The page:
Open Access

The Ethics in Substitution Treatment and Harm Reduction. An Analytical Review

Public Health Reviews201234:16

DOI: 10.1007/BF03391668

Published: 31 May 2012


The ethics of opiate substitution treatment (OST) modalities for heroin addiction have been abundantly criticised but also have equally strong supporters. This analytical review addresses three main arguments against such treatments: 1) the social nature of the issue involves a misuse of the medical care; 2) the aim is one of social control (as opposed to a “cure”) and therefore is a perversion health care; and 3) prescribing the very substance (or a substitute) that caused the addiction is ethically questionable. Additionally, the generic criticism against the philosophical/theoretical framework under which they operate, “harm reduction” (HR) as an operational goal of therapy, is also addressed here.

A summary review of the history of addiction supports the argument that, indeed, drug addiction “as a problem” was socially created. Equally clear is that one of the aims of OST and all drug-addition treatments is the social control of individual behaviours. However, neither of these two aspects justifies refusal to provide health and social care. OSTs are legitimate therapeutic options because they comply with the four principles of bioethics—autonomy, nonmaleficence, beneficence and justice. The argument that such treatments and the HR approach, in general, align with the principle of consequentialism—the aim justifies the means—and therefore is ethically questionable is a disingenuous criticism. Consequantialism is based in the implicit assumption that harms are accepted to reach certain objectives as the lesser of two evils. OSTs have been extensively proven as to their safety with benefits margins both at the individual (retention, reduction of illicit drug use and better social adjustment) as well as at the population levels (e.g., HIV incidence reduction). Heroin-substitution based treatment is the latest case of moral resistance to provide patients with the most effective option in spite of sound evidence on its effectiveness and safety. As in other cases of spurious resistance to public health and medical innovations, it is only a matter of time and endurance until such treatments are fully integrated among standard therapeutic options for heroin dependent individuals.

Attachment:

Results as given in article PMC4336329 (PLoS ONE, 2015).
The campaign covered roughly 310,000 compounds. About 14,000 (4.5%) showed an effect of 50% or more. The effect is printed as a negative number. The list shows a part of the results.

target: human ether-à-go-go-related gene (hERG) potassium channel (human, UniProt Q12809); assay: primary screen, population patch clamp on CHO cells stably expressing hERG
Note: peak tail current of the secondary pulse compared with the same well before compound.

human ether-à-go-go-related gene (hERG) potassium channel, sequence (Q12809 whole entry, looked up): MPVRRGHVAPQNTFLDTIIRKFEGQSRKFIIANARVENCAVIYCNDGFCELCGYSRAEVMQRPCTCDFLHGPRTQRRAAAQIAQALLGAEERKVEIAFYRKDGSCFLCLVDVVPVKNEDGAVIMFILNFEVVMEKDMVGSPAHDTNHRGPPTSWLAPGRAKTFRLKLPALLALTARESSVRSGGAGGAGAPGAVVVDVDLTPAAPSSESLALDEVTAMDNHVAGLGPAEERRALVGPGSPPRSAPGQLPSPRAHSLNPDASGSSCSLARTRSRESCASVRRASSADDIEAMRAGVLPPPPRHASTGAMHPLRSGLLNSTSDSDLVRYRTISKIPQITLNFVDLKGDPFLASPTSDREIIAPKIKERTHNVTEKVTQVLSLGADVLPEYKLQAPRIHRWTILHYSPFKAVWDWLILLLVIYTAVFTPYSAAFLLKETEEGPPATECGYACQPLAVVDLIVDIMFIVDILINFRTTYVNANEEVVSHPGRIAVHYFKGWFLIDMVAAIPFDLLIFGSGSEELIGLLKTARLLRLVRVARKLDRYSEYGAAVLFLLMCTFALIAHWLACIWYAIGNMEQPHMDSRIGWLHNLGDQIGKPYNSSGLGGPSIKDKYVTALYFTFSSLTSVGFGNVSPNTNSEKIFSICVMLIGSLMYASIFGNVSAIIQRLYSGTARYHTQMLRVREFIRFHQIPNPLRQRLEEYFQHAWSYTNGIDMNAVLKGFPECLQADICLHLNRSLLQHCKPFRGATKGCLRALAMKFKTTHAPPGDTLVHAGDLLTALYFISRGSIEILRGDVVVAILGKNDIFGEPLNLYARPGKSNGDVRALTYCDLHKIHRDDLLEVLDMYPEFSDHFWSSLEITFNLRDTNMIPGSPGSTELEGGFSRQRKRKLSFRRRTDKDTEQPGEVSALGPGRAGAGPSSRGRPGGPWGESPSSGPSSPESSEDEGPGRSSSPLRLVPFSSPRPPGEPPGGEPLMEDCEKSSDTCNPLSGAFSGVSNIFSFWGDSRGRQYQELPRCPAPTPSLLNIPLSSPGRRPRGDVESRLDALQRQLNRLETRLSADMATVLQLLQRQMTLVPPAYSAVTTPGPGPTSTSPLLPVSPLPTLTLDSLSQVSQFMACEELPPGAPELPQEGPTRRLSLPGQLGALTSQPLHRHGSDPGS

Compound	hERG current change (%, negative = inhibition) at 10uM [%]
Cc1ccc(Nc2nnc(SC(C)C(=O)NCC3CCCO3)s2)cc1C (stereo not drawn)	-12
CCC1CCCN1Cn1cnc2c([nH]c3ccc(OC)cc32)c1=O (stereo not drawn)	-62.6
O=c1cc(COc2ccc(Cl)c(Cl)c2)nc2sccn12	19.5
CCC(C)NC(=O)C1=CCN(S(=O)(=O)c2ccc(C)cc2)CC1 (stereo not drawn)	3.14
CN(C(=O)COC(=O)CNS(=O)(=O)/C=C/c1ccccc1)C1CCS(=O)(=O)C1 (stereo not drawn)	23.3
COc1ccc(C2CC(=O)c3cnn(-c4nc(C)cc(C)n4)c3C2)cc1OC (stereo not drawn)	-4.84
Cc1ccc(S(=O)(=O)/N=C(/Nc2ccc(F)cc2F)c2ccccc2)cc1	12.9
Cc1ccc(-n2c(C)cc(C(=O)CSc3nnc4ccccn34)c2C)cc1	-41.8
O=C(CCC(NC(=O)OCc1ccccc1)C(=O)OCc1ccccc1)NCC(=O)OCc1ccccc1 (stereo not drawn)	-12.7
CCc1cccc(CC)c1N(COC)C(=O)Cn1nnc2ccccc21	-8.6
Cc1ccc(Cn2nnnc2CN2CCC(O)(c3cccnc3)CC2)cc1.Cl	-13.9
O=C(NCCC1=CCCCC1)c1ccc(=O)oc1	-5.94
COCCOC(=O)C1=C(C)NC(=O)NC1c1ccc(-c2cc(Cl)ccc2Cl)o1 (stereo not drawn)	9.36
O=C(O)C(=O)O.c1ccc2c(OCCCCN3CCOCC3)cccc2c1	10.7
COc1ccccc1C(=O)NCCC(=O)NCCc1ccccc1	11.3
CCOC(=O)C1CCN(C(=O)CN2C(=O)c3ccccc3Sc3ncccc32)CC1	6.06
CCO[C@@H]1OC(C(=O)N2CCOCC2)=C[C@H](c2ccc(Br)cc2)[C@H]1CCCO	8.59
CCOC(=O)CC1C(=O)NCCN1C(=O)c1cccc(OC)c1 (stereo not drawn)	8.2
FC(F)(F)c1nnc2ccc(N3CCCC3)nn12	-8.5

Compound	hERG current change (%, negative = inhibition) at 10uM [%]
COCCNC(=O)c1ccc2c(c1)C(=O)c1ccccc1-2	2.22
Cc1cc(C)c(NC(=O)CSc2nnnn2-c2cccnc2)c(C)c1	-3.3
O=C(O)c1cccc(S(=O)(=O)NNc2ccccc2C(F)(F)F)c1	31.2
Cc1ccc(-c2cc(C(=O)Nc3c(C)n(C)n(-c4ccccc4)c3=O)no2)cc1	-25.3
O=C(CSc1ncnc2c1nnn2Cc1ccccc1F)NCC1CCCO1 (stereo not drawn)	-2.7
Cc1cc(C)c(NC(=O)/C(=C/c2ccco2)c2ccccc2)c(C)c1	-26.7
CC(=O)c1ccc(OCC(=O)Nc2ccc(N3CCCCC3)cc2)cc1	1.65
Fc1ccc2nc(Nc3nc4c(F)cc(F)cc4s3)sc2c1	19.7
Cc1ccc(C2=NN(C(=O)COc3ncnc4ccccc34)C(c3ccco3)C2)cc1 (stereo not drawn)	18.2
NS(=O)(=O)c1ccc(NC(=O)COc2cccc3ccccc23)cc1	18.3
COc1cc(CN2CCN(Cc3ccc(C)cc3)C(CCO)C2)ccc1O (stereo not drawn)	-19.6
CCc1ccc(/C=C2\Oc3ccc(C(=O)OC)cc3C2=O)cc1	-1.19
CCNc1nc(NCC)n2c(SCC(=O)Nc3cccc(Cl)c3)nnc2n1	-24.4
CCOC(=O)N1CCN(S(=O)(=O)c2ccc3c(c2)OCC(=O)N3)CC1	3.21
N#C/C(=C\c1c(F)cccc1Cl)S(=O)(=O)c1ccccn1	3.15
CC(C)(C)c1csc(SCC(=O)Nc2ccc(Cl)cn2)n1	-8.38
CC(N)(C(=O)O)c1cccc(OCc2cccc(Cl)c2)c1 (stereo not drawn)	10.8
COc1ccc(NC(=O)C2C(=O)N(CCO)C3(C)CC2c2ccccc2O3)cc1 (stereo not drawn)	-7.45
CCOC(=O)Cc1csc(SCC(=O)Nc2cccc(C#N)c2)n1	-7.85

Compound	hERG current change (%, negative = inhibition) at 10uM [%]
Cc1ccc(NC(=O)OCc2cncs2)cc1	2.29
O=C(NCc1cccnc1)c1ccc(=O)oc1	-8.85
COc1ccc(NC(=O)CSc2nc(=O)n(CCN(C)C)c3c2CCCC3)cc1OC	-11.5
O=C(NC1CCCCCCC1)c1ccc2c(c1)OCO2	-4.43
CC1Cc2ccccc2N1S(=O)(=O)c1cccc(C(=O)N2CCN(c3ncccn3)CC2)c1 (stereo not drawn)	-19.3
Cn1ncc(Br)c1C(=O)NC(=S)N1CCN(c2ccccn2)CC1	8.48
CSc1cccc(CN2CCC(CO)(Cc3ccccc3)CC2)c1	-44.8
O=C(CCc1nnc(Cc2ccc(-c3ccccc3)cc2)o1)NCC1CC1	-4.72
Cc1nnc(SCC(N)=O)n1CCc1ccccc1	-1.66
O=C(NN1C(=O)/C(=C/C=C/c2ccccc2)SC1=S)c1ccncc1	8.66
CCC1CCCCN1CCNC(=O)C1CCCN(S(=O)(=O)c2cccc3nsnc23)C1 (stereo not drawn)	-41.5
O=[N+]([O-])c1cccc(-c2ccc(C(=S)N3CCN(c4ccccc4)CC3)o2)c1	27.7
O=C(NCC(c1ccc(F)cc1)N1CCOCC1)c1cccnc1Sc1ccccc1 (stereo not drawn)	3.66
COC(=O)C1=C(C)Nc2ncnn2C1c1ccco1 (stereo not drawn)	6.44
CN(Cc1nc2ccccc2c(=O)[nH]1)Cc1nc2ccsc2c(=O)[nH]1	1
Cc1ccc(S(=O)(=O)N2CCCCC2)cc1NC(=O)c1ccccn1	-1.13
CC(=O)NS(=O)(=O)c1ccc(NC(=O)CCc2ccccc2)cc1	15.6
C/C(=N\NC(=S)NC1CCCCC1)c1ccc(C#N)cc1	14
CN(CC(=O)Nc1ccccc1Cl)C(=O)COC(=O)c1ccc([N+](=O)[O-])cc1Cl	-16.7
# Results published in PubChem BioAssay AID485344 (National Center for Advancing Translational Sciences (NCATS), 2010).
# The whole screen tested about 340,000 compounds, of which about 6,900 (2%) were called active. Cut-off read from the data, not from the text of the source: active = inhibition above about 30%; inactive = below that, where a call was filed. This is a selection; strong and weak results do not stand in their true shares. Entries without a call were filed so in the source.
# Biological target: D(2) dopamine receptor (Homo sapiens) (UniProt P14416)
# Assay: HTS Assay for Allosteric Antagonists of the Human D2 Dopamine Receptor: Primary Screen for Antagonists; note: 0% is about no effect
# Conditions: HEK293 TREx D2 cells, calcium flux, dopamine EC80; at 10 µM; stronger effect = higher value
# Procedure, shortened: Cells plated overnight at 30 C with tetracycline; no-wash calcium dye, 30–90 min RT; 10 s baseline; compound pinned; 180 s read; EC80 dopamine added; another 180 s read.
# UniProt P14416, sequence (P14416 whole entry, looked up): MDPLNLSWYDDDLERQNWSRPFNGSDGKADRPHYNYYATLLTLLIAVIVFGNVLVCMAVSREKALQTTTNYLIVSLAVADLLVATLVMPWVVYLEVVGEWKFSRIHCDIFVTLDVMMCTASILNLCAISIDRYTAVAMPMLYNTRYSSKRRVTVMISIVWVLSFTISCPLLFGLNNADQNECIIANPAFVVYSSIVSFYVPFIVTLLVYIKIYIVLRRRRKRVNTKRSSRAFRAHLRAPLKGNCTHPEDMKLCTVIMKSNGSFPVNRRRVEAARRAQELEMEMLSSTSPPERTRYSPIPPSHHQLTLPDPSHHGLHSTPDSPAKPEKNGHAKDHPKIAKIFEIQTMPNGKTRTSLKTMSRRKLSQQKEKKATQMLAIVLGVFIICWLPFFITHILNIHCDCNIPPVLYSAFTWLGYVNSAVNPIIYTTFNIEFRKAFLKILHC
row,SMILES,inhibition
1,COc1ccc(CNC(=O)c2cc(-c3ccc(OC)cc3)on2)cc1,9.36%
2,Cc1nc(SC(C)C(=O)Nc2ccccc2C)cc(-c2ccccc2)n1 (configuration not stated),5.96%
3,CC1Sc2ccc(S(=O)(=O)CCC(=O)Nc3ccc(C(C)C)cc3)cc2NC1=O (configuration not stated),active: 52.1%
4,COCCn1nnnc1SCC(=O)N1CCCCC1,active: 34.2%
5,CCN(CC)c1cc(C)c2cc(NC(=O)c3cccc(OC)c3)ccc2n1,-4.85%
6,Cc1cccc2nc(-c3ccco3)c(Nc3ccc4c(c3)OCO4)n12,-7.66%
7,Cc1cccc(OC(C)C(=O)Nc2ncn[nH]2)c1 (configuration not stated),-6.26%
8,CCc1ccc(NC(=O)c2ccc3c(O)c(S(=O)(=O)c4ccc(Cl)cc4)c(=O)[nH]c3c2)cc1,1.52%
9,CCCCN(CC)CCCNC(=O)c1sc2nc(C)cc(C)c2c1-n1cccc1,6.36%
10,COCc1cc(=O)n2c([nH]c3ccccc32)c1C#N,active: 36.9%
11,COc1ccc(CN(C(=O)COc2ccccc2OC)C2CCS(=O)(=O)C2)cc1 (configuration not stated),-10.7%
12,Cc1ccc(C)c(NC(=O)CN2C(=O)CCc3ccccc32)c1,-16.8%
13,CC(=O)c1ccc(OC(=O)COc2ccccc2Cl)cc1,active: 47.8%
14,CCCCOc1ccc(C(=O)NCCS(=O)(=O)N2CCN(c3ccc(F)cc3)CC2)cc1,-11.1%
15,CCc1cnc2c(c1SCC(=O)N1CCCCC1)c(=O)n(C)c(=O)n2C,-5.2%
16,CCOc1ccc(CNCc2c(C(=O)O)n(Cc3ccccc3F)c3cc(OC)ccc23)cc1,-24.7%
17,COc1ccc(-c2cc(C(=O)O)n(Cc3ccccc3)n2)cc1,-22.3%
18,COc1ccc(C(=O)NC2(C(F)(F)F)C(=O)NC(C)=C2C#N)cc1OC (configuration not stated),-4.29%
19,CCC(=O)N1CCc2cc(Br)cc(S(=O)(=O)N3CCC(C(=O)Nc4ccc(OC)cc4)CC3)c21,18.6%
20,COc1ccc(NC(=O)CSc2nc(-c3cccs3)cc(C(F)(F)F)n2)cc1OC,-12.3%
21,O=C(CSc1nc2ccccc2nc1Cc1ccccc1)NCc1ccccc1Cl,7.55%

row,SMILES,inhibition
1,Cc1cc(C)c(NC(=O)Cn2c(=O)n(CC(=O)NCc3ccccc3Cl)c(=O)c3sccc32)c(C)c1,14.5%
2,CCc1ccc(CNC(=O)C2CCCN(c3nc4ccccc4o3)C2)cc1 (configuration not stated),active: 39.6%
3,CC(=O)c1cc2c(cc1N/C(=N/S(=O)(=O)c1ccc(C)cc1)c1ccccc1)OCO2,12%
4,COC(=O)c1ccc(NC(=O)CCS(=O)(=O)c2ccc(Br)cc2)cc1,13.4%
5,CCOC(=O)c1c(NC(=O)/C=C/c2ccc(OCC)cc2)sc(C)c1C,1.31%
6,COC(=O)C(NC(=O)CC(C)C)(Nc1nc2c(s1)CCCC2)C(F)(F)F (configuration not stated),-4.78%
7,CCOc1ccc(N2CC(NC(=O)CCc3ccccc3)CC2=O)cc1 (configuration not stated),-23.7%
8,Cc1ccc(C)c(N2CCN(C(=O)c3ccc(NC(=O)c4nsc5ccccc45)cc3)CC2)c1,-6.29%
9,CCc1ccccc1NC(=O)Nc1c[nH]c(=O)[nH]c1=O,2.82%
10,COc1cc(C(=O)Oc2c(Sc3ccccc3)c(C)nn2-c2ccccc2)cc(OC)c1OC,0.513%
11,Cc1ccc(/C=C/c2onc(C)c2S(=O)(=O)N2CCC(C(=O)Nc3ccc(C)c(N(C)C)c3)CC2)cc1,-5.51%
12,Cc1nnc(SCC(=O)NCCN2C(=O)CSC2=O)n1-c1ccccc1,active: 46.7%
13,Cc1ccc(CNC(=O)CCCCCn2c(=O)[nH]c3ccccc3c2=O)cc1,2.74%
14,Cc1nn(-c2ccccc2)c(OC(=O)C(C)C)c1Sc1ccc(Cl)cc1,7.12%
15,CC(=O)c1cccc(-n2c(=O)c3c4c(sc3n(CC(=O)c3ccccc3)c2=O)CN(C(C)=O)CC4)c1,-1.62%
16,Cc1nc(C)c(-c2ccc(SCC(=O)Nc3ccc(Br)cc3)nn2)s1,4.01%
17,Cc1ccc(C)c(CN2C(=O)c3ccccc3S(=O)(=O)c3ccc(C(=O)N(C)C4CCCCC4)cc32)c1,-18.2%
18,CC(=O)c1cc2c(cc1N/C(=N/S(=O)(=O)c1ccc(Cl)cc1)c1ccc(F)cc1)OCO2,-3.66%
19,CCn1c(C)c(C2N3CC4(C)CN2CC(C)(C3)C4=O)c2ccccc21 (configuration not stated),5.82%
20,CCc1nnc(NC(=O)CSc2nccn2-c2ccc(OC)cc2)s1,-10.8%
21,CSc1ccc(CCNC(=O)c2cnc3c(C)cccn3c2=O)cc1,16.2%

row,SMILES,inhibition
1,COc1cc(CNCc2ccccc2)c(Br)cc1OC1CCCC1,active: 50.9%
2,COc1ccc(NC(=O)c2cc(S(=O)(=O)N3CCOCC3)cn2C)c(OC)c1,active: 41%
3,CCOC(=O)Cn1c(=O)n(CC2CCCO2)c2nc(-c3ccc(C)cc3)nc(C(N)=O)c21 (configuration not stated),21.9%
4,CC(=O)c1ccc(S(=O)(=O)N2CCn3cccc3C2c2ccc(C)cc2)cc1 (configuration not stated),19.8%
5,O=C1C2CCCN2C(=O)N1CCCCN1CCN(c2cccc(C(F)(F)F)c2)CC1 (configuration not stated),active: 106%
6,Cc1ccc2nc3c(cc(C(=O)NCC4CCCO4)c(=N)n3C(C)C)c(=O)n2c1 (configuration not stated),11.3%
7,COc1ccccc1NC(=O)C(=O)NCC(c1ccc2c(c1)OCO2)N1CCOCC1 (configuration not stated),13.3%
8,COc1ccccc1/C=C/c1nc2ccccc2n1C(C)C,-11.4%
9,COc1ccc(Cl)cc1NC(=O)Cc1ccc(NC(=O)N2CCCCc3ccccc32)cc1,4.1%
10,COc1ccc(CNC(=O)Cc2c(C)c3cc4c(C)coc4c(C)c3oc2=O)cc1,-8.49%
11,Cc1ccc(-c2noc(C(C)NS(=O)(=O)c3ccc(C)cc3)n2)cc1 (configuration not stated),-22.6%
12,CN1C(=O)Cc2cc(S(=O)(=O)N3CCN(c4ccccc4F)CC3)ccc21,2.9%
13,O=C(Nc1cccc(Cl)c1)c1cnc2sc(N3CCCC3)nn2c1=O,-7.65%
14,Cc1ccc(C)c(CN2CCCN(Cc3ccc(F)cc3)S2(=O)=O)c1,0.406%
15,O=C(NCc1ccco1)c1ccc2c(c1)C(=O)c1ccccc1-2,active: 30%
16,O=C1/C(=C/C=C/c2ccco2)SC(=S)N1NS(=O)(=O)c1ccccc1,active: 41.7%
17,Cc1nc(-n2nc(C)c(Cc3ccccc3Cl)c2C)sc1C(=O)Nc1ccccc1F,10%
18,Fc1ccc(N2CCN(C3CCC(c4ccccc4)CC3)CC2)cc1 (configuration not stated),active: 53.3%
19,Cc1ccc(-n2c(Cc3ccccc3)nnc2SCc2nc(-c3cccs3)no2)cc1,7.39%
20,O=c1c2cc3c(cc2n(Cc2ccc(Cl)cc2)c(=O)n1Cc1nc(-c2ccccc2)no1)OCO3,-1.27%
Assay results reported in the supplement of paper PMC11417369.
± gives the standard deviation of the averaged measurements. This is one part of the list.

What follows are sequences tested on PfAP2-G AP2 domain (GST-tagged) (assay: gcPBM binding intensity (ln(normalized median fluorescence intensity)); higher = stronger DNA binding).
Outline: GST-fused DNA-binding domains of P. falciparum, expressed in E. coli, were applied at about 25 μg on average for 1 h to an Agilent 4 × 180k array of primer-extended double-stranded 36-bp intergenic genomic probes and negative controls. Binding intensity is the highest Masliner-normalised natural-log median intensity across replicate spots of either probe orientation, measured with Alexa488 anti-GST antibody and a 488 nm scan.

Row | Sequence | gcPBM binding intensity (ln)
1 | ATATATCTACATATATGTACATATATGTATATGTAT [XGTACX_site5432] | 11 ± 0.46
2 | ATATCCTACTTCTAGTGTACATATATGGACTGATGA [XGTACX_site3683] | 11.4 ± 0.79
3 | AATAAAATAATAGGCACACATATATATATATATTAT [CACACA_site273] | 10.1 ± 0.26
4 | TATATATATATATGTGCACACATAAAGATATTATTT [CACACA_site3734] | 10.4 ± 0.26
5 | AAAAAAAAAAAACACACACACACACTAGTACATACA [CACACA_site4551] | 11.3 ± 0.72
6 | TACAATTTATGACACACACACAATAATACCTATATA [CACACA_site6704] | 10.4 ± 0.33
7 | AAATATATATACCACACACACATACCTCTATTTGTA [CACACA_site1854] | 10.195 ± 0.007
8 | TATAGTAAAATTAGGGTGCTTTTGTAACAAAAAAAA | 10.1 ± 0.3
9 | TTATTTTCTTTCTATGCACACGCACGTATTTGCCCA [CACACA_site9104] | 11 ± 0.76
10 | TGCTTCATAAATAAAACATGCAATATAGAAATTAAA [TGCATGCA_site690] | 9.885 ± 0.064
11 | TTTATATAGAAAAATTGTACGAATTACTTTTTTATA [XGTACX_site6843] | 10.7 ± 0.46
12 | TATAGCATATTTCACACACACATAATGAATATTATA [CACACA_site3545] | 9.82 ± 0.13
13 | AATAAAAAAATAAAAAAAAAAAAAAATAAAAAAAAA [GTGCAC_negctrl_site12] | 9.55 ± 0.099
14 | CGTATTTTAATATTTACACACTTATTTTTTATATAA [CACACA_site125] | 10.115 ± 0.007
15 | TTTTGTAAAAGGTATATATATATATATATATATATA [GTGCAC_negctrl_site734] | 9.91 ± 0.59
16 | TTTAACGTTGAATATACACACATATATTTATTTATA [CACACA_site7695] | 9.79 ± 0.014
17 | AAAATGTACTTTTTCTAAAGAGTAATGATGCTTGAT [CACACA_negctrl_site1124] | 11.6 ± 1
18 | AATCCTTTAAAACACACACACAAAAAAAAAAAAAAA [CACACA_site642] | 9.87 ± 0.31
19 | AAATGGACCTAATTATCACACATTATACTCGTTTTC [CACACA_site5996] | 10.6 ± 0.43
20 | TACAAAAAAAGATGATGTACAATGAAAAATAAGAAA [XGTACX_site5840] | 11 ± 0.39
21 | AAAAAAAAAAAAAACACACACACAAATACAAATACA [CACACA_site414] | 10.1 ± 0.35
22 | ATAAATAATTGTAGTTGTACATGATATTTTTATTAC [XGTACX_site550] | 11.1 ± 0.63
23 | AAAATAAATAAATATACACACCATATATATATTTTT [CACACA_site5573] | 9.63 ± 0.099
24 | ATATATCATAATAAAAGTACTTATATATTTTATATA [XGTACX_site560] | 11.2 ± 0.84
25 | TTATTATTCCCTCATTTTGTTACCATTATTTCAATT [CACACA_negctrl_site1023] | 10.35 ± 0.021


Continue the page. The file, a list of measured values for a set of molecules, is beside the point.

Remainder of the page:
Key Words

Ethics bioethics addiction opiate substitution treatment OST harm reduction